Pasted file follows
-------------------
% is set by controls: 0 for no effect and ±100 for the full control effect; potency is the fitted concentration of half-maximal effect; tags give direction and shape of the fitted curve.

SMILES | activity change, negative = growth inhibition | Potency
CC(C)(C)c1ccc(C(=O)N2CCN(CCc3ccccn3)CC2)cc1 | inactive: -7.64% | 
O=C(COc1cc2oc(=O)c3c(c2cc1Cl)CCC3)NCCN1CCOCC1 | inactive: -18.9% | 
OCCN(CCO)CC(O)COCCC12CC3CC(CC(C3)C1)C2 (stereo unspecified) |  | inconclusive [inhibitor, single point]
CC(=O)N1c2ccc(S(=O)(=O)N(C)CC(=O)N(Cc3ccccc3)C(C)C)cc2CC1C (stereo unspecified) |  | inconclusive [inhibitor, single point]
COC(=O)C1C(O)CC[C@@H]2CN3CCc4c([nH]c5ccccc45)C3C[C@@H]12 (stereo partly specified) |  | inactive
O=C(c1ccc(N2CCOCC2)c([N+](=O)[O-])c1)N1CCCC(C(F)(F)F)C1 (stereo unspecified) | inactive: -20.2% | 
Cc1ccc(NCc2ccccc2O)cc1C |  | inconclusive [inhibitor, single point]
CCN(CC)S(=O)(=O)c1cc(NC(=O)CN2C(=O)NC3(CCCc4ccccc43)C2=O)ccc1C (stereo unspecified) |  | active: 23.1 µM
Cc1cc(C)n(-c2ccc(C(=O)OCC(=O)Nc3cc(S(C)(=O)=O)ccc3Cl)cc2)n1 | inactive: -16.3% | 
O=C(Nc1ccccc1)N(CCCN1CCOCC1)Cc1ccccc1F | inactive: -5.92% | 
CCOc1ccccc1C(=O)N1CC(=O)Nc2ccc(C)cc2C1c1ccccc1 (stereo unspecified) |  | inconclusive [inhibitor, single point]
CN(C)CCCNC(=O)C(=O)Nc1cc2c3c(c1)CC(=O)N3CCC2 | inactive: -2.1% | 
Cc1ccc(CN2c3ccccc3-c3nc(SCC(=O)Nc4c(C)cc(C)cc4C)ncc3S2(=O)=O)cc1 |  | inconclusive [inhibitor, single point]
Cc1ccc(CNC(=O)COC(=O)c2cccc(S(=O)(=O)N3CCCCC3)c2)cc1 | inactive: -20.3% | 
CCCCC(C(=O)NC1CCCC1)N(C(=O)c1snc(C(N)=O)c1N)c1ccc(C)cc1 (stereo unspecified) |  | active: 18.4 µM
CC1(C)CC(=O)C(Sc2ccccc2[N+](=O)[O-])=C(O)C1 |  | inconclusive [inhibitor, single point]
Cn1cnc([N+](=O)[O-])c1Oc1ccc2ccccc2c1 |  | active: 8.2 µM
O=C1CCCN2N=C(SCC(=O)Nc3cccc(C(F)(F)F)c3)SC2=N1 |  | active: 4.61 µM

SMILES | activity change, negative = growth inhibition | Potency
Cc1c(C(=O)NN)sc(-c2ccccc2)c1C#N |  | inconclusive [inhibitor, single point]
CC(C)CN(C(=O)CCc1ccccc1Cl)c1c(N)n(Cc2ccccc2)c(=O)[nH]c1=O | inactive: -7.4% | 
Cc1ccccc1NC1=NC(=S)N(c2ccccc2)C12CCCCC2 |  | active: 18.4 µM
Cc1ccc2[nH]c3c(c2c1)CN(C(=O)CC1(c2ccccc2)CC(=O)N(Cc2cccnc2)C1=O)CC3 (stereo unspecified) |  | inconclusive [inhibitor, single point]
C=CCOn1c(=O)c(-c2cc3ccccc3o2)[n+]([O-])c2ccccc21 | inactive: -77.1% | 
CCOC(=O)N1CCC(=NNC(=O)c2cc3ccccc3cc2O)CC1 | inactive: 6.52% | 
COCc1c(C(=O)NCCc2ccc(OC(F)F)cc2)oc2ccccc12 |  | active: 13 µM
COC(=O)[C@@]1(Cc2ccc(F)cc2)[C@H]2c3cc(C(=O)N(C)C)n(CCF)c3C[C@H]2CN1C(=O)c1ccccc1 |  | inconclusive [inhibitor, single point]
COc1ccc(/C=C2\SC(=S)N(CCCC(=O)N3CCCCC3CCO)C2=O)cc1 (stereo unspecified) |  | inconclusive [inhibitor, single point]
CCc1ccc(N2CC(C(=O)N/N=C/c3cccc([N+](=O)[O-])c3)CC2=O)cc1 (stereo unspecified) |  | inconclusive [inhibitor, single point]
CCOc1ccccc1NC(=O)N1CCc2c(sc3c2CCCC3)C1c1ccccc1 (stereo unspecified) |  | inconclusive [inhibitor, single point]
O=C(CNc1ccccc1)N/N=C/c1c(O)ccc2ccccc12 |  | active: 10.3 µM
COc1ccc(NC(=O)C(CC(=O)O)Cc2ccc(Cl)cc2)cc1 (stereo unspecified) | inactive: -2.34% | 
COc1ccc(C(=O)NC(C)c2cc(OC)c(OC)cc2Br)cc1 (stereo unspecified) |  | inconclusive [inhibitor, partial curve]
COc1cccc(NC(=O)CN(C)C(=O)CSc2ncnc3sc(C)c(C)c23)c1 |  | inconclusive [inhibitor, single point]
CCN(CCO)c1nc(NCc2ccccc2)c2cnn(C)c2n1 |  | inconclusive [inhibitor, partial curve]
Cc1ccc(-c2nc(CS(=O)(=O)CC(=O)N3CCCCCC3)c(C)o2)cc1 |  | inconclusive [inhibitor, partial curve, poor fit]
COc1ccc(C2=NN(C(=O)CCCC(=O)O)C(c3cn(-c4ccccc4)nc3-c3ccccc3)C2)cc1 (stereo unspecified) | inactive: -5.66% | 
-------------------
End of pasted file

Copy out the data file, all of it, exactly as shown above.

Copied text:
% is set by controls: 0 for no effect and ±100 for the full control effect; potency is the fitted concentration of half-maximal effect; tags give direction and shape of the fitted curve.

SMILES | activity change, negative = growth inhibition | Potency
CC(C)(C)c1ccc(C(=O)N2CCN(CCc3ccccn3)CC2)cc1 | inactive: -7.64% | 
O=C(COc1cc2oc(=O)c3c(c2cc1Cl)CCC3)NCCN1CCOCC1 | inactive: -18.9% | 
OCCN(CCO)CC(O)COCCC12CC3CC(CC(C3)C1)C2 (stereo unspecified) |  | inconclusive [inhibitor, single point]
CC(=O)N1c2ccc(S(=O)(=O)N(C)CC(=O)N(Cc3ccccc3)C(C)C)cc2CC1C (stereo unspecified) |  | inconclusive [inhibitor, single point]
COC(=O)C1C(O)CC[C@@H]2CN3CCc4c([nH]c5ccccc45)C3C[C@@H]12 (stereo partly specified) |  | inactive
O=C(c1ccc(N2CCOCC2)c([N+](=O)[O-])c1)N1CCCC(C(F)(F)F)C1 (stereo unspecified) | inactive: -20.2% | 
Cc1ccc(NCc2ccccc2O)cc1C |  | inconclusive [inhibitor, single point]
CCN(CC)S(=O)(=O)c1cc(NC(=O)CN2C(=O)NC3(CCCc4ccccc43)C2=O)ccc1C (stereo unspecified) |  | active: 23.1 µM
Cc1cc(C)n(-c2ccc(C(=O)OCC(=O)Nc3cc(S(C)(=O)=O)ccc3Cl)cc2)n1 | inactive: -16.3% | 
O=C(Nc1ccccc1)N(CCCN1CCOCC1)Cc1ccccc1F | inactive: -5.92% | 
CCOc1ccccc1C(=O)N1CC(=O)Nc2ccc(C)cc2C1c1ccccc1 (stereo unspecified) |  | inconclusive [inhibitor, single point]
CN(C)CCCNC(=O)C(=O)Nc1cc2c3c(c1)CC(=O)N3CCC2 | inactive: -2.1% | 
Cc1ccc(CN2c3ccccc3-c3nc(SCC(=O)Nc4c(C)cc(C)cc4C)ncc3S2(=O)=O)cc1 |  | inconclusive [inhibitor, single point]
Cc1ccc(CNC(=O)COC(=O)c2cccc(S(=O)(=O)N3CCCCC3)c2)cc1 | inactive: -20.3% | 
CCCCC(C(=O)NC1CCCC1)N(C(=O)c1snc(C(N)=O)c1N)c1ccc(C)cc1 (stereo unspecified) |  | active: 18.4 µM
CC1(C)CC(=O)C(Sc2ccccc2[N+](=O)[O-])=C(O)C1 |  | inconclusive [inhibitor, single point]
Cn1cnc([N+](=O)[O-])c1Oc1ccc2ccccc2c1 |  | active: 8.2 µM
O=C1CCCN2N=C(SCC(=O)Nc3cccc(C(F)(F)F)c3)SC2=N1 |  | active: 4.61 µM

SMILES | activity change, negative = growth inhibition | Potency
Cc1c(C(=O)NN)sc(-c2ccccc2)c1C#N |  | inconclusive [inhibitor, single point]
CC(C)CN(C(=O)CCc1ccccc1Cl)c1c(N)n(Cc2ccccc2)c(=O)[nH]c1=O | inactive: -7.4% | 
Cc1ccccc1NC1=NC(=S)N(c2ccccc2)C12CCCCC2 |  | active: 18.4 µM
Cc1ccc2[nH]c3c(c2c1)CN(C(=O)CC1(c2ccccc2)CC(=O)N(Cc2cccnc2)C1=O)CC3 (stereo unspecified) |  | inconclusive [inhibitor, single point]
C=CCOn1c(=O)c(-c2cc3ccccc3o2)[n+]([O-])c2ccccc21 | inactive: -77.1% | 
CCOC(=O)N1CCC(=NNC(=O)c2cc3ccccc3cc2O)CC1 | inactive: 6.52% | 
COCc1c(C(=O)NCCc2ccc(OC(F)F)cc2)oc2ccccc12 |  | active: 13 µM
COC(=O)[C@@]1(Cc2ccc(F)cc2)[C@H]2c3cc(C(=O)N(C)C)n(CCF)c3C[C@H]2CN1C(=O)c1ccccc1 |  | inconclusive [inhibitor, single point]
COc1ccc(/C=C2\SC(=S)N(CCCC(=O)N3CCCCC3CCO)C2=O)cc1 (stereo unspecified) |  | inconclusive [inhibitor, single point]
CCc1ccc(N2CC(C(=O)N/N=C/c3cccc([N+](=O)[O-])c3)CC2=O)cc1 (stereo unspecified) |  | inconclusive [inhibitor, single point]
CCOc1ccccc1NC(=O)N1CCc2c(sc3c2CCCC3)C1c1ccccc1 (stereo unspecified) |  | inconclusive [inhibitor, single point]
O=C(CNc1ccccc1)N/N=C/c1c(O)ccc2ccccc12 |  | active: 10.3 µM
COc1ccc(NC(=O)C(CC(=O)O)Cc2ccc(Cl)cc2)cc1 (stereo unspecified) | inactive: -2.34% | 
COc1ccc(C(=O)NC(C)c2cc(OC)c(OC)cc2Br)cc1 (stereo unspecified) |  | inconclusive [inhibitor, partial curve]
COc1cccc(NC(=O)CN(C)C(=O)CSc2ncnc3sc(C)c(C)c23)c1 |  | inconclusive [inhibitor, single point]
CCN(CCO)c1nc(NCc2ccccc2)c2cnn(C)c2n1 |  | inconclusive [inhibitor, partial curve]
Cc1ccc(-c2nc(CS(=O)(=O)CC(=O)N3CCCCCC3)c(C)o2)cc1 |  | inconclusive [inhibitor, partial curve, poor fit]
COc1ccc(C2=NN(C(=O)CCCC(=O)O)C(c3cn(-c4ccccc4)nc3-c3ccccc3)C2)cc1 (stereo unspecified) | inactive: -5.66% | 